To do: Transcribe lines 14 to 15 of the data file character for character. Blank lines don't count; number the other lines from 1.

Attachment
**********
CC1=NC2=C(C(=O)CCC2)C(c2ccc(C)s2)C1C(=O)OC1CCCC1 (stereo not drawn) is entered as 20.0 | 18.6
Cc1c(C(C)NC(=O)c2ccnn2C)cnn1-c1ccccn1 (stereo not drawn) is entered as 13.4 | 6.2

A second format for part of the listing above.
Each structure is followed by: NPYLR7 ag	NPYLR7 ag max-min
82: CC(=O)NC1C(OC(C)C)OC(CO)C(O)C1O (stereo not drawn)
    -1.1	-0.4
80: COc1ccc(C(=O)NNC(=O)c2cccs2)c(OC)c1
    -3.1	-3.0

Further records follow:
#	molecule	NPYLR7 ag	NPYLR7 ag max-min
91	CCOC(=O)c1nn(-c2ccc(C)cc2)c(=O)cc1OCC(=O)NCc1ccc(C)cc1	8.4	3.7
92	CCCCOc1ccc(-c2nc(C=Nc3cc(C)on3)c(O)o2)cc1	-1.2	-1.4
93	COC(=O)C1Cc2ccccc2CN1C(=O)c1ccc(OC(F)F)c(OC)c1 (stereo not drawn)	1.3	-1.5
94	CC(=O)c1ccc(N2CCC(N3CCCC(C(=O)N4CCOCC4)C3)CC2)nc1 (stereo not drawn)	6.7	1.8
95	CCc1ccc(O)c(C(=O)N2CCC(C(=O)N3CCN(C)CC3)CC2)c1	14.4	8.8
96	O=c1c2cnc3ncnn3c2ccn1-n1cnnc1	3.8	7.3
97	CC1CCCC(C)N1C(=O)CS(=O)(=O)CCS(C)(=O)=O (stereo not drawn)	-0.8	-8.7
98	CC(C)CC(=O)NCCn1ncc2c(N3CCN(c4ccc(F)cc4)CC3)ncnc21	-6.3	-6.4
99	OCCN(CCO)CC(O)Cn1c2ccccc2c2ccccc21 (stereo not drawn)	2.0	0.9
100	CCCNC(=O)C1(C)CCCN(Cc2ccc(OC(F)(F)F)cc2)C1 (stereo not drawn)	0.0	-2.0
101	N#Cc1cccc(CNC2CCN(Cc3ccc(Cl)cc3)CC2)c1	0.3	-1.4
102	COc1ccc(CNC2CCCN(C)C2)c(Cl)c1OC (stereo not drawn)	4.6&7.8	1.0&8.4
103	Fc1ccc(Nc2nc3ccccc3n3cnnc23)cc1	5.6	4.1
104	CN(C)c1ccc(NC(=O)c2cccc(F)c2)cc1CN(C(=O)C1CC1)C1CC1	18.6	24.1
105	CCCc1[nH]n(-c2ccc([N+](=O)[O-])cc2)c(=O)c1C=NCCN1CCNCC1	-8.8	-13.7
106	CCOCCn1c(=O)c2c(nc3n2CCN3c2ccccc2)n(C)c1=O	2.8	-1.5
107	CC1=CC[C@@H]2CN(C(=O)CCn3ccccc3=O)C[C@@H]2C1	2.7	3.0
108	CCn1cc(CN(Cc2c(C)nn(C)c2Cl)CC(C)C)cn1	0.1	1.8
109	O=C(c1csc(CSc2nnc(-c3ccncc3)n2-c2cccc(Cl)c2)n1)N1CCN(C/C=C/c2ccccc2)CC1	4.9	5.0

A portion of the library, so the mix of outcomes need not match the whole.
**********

94	CC(=O)c1ccc(N2CCC(N3CCCC(C(=O)N4CCOCC4)C3)CC2)nc1 (stereo not drawn)	6.7	1.8
95	CCc1ccc(O)c(C(=O)N2CCC(C(=O)N3CCN(C)CC3)CC2)c1	14.4	8.8